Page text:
Saturday, March 21, 2015

Week 17/18: you are not here to work, you're here to learn!

Sorry for the delay everyone! I took off this past week to stay out of the hospital and study for the usmle step 2 coming up really soon (March 30th). The week before this one was my first week in the new hospital.

My mornings are quite different now. I still get up around 5:30am but then take the bus at 6:24 to the train station, take the train at 7:03 and arrive in Hildesheim around 7:33, walk about 15 minutes to the hospital and start work around 8. On Mondays, Wednesdays, and Thursdays we have lectures until 5pm which doesn't get me back to my apartment until about 6:30. Due to the over hours we accumulate with the lectures, we get off Tuesday or Friday every other week. 

I'm currently in my surgical rotation. On the first day, we spent most of the time running around the hospital getting our lab coats, having lockers assigned to us, picking up our I.d. and chip cards. One of the surgeons sat down with us to divide us up in the departments. The first week I was in thoracic surgery. Then it'll be as follows for varying amounts of time: pediatric surgery, vascular surgery, general surgery and lastly trauma surgery.

I have a few vacations planned in between as well. 

My first week in a new hospital and new department went well. I spent everyday in the OR. I'd never really been in contact with thoracic surgery before and in the few days there I assisted in removing a lung, taking lung samples, cleaning out an infected pleural space, thoracoscopy and tracheotomy placement. It was cool to feel a breathing lung and touch a beating heart.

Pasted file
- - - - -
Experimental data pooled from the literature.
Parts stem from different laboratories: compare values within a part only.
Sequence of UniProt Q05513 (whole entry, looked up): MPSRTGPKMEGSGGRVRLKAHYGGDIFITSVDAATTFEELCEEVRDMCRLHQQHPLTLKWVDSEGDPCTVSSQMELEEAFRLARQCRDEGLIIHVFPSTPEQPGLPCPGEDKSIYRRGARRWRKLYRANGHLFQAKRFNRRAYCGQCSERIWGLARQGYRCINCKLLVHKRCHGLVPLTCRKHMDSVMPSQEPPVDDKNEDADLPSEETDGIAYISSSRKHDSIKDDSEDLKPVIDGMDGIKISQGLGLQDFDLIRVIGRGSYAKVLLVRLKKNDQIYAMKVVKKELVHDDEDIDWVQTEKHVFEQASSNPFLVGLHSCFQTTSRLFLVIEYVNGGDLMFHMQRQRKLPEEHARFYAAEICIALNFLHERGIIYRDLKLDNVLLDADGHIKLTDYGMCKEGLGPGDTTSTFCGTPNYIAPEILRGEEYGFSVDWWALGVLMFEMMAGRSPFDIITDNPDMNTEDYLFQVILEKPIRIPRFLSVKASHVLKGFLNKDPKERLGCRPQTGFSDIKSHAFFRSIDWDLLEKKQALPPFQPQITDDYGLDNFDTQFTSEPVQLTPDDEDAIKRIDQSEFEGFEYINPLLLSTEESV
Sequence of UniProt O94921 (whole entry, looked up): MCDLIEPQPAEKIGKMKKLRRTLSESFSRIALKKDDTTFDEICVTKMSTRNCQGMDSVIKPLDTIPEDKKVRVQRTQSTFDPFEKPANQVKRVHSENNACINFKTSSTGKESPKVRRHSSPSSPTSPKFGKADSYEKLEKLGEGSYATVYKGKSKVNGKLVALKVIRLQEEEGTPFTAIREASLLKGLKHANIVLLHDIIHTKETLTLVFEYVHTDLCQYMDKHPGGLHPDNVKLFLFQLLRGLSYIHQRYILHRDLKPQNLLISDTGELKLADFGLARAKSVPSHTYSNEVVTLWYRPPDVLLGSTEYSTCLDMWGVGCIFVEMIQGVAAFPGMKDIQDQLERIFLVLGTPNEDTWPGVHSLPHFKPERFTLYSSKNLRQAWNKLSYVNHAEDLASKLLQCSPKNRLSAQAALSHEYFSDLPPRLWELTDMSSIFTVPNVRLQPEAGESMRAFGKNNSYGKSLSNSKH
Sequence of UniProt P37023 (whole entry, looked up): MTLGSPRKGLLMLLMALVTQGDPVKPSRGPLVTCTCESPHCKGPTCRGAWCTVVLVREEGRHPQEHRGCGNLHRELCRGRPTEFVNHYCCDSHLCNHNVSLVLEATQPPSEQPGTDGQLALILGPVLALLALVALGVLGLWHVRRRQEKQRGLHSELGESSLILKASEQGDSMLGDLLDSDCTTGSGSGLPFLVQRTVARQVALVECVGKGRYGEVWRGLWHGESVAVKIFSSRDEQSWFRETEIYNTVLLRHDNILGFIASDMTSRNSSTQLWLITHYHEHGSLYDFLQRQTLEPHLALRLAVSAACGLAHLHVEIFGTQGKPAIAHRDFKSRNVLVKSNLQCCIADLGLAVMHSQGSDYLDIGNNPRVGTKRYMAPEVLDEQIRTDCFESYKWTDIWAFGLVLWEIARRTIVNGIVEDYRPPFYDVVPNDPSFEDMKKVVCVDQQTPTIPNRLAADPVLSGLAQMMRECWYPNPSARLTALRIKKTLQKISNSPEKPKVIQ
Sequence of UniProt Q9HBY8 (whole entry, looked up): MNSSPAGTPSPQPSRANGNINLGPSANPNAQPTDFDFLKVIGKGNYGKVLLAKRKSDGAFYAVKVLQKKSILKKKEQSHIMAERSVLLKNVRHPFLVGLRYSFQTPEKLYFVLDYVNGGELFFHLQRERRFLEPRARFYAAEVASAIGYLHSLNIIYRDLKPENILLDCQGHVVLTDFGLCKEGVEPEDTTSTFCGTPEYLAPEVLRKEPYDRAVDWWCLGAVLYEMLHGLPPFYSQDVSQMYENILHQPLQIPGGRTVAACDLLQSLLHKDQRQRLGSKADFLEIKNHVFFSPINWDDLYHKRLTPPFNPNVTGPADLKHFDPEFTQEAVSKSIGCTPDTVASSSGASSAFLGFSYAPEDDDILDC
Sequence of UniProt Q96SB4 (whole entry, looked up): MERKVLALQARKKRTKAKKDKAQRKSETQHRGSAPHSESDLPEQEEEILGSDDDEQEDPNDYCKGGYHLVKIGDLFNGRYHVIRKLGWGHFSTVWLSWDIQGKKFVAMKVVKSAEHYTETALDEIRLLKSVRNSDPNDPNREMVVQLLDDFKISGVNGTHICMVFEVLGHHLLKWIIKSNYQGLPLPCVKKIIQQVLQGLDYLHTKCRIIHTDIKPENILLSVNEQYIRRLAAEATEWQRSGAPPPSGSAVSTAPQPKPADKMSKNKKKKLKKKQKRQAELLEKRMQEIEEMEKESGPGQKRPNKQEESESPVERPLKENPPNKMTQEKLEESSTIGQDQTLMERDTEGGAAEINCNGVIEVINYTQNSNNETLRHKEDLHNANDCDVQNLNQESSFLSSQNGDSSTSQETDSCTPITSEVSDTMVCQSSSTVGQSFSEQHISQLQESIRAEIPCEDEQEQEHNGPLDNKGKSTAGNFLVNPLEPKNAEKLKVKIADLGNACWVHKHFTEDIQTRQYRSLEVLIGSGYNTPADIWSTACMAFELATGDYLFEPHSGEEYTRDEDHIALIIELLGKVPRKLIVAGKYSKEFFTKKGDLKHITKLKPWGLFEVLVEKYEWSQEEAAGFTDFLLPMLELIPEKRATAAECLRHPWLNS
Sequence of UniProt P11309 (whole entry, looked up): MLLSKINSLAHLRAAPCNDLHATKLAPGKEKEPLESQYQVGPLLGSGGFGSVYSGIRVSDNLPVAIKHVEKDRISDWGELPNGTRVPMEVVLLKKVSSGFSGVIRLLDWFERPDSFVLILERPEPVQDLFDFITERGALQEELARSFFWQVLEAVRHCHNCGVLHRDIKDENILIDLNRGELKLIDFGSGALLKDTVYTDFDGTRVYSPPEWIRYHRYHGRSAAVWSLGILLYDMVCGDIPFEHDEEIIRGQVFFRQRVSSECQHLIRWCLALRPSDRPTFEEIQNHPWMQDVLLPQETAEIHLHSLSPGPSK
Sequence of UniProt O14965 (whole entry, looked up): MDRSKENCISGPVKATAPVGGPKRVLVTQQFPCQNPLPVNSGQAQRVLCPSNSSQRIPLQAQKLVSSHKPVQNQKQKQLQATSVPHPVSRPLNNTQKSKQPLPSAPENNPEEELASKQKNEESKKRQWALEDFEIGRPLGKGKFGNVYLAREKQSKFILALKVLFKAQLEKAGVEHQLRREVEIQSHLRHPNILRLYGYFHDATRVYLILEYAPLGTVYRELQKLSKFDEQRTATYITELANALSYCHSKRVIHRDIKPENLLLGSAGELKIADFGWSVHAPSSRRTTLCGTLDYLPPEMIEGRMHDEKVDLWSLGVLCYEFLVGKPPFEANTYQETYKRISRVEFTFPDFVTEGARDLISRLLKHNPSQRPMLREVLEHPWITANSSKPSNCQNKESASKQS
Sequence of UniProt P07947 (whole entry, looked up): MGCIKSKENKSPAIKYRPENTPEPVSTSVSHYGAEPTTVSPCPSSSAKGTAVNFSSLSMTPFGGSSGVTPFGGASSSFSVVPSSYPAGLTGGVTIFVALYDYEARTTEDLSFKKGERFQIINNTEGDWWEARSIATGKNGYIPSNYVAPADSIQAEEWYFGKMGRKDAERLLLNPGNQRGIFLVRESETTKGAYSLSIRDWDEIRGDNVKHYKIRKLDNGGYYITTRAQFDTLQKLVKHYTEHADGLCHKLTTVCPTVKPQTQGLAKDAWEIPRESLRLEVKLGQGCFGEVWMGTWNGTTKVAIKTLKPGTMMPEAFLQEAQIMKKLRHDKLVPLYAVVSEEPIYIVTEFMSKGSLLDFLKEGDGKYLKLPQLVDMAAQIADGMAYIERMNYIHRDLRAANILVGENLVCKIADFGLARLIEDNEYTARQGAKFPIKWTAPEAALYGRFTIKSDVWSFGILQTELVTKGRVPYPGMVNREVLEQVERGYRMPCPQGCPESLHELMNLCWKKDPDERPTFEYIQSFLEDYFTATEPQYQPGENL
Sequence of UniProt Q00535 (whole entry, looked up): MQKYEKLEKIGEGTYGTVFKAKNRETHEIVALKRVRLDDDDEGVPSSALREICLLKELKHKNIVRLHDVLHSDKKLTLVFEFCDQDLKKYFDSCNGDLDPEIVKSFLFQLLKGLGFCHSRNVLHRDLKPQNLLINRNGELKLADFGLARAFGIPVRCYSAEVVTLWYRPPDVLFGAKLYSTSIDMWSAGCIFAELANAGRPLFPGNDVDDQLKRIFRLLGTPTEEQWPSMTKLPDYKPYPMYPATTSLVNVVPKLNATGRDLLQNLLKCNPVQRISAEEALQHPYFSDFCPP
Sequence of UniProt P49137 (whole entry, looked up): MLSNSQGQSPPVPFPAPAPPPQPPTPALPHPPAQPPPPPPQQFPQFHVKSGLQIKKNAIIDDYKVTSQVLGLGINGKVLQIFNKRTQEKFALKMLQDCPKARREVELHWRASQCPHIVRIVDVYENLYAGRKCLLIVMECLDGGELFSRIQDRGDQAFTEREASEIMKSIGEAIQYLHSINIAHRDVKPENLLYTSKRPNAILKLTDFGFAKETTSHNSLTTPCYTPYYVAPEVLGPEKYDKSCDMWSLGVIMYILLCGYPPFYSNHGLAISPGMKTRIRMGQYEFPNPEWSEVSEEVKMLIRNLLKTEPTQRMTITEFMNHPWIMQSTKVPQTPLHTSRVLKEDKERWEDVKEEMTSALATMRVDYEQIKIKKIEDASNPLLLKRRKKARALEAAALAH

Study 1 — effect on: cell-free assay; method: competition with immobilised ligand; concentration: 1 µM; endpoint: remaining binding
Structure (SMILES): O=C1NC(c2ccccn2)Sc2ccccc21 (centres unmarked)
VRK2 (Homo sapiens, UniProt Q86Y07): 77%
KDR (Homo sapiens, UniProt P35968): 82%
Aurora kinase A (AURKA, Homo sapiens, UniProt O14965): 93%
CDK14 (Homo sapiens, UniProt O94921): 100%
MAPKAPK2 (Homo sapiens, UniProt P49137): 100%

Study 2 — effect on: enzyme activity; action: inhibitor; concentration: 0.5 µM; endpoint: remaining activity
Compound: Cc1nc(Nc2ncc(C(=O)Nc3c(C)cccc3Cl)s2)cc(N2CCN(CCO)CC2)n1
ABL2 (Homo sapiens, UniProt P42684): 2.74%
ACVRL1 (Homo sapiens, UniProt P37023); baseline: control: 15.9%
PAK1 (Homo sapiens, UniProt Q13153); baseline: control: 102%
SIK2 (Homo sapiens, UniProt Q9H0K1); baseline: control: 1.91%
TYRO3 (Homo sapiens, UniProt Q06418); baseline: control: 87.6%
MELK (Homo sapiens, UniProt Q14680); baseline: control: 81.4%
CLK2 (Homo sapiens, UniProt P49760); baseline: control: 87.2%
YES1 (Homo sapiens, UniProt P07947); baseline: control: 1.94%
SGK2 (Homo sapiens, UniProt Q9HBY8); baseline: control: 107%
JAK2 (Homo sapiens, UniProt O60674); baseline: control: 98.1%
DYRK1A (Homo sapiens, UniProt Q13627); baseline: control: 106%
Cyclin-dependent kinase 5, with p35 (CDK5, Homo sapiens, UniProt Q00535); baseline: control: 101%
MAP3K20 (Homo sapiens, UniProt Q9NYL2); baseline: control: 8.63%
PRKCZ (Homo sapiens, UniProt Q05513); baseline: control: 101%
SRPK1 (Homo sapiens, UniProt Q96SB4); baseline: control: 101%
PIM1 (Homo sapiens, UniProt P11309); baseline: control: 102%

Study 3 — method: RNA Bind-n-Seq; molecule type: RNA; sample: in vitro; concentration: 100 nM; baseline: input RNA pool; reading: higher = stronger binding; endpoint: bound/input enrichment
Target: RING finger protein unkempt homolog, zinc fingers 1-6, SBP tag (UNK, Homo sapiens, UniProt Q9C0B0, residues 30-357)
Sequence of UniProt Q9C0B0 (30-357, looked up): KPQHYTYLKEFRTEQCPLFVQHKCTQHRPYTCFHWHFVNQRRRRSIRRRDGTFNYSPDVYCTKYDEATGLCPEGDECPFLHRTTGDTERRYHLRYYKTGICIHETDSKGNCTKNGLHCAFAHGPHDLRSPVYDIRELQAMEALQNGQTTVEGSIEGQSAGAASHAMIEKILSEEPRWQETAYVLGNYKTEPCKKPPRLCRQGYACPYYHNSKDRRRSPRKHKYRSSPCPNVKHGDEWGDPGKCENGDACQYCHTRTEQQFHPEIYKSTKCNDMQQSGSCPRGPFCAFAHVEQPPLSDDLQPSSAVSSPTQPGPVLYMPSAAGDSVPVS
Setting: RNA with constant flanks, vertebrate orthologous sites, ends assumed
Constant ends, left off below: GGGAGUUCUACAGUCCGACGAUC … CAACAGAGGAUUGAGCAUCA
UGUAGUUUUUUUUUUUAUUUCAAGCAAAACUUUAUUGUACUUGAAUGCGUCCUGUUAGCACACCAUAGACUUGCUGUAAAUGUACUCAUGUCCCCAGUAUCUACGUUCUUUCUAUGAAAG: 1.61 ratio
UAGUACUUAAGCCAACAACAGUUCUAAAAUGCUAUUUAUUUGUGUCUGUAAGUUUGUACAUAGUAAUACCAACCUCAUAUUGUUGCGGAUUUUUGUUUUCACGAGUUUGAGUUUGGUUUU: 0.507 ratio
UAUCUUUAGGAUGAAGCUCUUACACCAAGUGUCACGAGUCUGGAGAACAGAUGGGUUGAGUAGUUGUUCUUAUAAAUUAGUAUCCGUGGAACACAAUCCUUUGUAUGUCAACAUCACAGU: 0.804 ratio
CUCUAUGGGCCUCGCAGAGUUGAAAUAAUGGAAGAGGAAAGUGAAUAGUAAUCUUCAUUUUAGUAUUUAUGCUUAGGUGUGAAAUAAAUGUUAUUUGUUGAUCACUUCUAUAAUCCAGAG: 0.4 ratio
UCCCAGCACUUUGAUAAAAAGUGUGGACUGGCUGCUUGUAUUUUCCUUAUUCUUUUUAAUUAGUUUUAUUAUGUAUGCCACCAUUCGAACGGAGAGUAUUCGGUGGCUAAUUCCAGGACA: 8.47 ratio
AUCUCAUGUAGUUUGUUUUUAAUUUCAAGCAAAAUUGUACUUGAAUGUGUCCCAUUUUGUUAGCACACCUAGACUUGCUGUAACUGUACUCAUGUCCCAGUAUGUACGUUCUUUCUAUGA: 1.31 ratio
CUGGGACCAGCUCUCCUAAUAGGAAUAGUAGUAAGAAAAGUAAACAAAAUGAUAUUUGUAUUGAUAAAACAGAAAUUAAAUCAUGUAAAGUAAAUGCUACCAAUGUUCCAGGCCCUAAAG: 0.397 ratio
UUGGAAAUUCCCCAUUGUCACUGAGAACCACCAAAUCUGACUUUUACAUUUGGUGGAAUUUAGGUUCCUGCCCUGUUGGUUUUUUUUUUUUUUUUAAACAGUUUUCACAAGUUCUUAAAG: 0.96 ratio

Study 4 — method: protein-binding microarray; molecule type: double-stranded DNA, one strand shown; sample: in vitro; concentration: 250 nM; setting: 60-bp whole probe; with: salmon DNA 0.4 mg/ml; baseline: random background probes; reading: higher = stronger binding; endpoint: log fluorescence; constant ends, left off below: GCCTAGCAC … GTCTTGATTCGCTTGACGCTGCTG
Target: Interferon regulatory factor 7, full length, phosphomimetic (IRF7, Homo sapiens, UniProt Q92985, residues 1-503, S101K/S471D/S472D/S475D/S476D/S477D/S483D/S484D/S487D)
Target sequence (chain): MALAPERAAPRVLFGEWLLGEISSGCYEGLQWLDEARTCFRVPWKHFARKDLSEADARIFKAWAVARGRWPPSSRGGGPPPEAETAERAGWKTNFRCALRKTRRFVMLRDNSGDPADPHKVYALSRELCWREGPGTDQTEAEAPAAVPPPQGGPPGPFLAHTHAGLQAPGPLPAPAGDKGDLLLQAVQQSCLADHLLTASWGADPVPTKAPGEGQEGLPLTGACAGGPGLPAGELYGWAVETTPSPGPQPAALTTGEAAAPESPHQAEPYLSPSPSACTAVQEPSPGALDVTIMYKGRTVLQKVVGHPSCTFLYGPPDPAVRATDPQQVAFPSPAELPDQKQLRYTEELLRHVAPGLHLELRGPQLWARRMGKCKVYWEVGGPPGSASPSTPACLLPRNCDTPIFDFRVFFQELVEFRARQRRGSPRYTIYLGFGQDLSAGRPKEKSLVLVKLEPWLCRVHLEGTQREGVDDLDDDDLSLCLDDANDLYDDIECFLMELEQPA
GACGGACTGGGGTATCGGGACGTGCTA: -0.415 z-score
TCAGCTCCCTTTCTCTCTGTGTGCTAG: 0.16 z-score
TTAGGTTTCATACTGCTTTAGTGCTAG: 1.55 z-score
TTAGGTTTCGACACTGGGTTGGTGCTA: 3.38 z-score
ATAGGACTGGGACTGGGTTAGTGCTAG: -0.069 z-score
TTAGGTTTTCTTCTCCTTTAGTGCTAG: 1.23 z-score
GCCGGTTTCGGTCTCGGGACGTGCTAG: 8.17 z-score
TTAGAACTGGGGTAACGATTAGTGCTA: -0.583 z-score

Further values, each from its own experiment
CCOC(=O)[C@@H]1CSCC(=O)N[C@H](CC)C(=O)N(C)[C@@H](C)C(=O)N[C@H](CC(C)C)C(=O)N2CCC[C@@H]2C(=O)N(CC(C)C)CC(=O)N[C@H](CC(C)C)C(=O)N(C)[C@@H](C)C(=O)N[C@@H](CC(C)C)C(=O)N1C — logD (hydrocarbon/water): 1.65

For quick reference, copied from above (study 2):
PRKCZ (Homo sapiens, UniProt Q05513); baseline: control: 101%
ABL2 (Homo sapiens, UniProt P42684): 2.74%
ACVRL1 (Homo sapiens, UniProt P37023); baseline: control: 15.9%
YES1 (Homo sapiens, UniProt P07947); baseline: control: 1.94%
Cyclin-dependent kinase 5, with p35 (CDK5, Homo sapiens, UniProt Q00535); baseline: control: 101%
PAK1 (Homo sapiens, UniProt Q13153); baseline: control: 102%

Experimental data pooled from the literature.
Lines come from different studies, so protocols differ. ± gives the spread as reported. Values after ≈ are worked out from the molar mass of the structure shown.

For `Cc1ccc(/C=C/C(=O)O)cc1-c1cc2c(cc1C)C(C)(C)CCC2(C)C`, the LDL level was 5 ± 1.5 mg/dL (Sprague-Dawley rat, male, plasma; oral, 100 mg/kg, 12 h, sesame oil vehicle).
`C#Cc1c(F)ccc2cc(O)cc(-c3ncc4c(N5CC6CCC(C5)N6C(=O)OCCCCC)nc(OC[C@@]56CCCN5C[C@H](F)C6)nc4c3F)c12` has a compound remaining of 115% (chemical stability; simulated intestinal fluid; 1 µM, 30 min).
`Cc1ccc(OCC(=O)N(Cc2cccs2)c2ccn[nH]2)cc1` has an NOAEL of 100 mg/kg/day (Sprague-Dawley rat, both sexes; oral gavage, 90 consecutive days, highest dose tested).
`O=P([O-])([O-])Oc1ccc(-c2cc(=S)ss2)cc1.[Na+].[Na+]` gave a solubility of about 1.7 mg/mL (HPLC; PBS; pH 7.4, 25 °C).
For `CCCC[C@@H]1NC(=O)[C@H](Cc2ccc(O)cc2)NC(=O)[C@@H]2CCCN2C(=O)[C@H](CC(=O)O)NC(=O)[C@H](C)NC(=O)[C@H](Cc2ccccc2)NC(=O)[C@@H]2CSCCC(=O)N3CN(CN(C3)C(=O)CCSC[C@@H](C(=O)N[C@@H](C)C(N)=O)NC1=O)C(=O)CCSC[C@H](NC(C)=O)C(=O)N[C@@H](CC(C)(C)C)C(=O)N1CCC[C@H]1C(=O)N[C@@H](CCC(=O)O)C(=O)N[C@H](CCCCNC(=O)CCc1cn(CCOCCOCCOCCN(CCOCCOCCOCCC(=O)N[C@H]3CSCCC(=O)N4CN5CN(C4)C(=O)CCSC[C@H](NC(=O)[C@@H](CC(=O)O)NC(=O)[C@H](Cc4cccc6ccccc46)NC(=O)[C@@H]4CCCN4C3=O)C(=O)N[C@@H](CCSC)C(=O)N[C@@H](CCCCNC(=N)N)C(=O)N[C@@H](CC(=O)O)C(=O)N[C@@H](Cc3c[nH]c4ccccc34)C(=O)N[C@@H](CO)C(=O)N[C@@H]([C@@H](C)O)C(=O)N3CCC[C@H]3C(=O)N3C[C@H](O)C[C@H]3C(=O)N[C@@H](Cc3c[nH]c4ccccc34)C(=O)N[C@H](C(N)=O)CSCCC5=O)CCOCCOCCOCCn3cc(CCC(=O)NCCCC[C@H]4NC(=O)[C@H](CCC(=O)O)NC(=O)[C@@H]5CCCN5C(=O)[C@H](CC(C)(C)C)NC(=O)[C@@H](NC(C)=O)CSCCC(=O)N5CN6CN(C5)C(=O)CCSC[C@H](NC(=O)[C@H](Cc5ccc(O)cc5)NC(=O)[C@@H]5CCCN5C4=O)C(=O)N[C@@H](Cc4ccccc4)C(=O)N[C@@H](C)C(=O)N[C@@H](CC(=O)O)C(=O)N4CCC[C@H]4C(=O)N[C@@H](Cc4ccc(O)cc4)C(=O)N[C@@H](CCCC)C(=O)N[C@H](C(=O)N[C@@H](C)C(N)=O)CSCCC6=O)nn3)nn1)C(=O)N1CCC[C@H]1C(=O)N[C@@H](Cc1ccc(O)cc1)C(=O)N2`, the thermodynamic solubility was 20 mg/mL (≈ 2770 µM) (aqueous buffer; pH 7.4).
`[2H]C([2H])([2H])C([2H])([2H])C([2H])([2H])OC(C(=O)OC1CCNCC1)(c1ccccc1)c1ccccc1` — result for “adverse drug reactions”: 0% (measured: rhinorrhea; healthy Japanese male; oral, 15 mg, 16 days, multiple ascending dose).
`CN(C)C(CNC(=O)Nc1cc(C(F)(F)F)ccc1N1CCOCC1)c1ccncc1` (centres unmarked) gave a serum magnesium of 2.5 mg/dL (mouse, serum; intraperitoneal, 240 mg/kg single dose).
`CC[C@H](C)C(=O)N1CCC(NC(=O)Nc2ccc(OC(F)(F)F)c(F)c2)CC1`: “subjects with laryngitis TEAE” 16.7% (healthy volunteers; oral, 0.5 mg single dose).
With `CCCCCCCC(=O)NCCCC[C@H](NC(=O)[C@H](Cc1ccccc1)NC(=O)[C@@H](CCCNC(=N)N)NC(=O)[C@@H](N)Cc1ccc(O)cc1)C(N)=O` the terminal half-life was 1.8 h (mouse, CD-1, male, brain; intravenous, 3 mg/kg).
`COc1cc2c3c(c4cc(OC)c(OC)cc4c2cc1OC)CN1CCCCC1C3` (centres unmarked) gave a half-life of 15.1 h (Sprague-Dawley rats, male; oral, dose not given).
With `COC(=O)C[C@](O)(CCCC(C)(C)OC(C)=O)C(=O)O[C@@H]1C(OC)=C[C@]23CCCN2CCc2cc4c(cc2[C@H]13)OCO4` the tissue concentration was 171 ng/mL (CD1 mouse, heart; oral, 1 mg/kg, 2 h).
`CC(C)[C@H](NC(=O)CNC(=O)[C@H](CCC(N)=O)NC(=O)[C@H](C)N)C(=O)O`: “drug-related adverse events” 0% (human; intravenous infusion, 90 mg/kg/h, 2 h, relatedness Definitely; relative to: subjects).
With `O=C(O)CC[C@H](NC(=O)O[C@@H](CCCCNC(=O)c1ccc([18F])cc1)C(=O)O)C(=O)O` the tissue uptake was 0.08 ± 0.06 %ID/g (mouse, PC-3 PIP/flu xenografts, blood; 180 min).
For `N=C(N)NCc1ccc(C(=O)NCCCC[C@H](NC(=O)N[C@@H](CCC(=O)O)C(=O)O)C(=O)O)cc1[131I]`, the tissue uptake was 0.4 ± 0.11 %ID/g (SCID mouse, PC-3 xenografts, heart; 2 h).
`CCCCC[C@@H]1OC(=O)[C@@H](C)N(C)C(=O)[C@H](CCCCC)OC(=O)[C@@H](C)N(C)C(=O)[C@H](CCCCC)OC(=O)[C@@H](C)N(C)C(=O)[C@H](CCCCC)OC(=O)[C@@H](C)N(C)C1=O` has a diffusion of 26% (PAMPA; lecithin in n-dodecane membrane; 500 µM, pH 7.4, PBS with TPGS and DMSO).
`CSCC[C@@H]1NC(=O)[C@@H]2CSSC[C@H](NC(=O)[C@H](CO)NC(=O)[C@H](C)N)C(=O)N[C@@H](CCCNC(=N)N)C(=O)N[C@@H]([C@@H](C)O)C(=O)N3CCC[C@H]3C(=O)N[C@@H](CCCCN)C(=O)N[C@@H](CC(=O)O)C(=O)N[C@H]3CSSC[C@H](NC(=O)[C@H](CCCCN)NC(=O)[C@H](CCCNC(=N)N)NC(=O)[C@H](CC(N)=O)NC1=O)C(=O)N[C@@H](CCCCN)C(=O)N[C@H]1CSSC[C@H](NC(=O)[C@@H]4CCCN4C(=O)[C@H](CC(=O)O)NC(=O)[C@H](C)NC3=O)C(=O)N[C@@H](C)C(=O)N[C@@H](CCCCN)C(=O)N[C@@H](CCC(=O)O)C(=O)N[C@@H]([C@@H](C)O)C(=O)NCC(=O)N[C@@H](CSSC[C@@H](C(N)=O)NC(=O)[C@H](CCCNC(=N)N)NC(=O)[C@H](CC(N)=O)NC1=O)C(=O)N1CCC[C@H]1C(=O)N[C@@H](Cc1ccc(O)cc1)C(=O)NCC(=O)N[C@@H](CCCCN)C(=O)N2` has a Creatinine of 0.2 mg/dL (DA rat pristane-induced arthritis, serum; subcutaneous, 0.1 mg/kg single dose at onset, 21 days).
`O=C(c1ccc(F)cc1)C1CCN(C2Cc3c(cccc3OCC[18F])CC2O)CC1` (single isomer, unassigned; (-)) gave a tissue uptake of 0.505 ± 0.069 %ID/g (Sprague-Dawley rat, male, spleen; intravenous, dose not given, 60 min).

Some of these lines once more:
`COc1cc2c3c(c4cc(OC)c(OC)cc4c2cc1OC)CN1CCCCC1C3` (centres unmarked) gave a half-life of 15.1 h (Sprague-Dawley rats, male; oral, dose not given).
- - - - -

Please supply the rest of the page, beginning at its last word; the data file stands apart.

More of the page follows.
The department is way smaller compared to what I'm used to. Thoracic surgery in this hospital consists of three people: chief, attendant and resident. Huge contrast to what I'm used to. But the whole hospital is a smaller scale than the university setting I've been working in. It's seems much more small town-y. People will open the doors for you, ask if you'd like some coffee, have a conversation with you. The chief himself sat down with me and discussed x-ray pictures with me. He made sure that I saw a lot and helped where I could. He also said that I'd be much better off being a thoracic surgeon than God forbid an urologist! It's so funny, the last few months I've lived in my urology world and thought it was the most normal thing in the world to want to be a urologist, work in that setting and treat those patients. Ever since I've come to the new hospital, everyone is amazed at my decision, shocked almost and tries to convince me to do something else and teases me about wanting to be a urologist. The urologists in the hospital are all supposedly really nice though and seem to have a lot to do. The other doctors like the urologists, they just can't wrap their mind around the idea of me becoming one.

One of the first things that the doctor that greeted us told us was that we are not there to work but rather to learn. We are supposed to get insight into the different departments and be as hands on as possible. That is great news for us! I really do look forward to learning a lot. I'll even be more excited once this board exam is over so I can actually relax and enjoy the time in the hospital. If the other departments are anything like the thoracic surgeons, I will be learning a lot!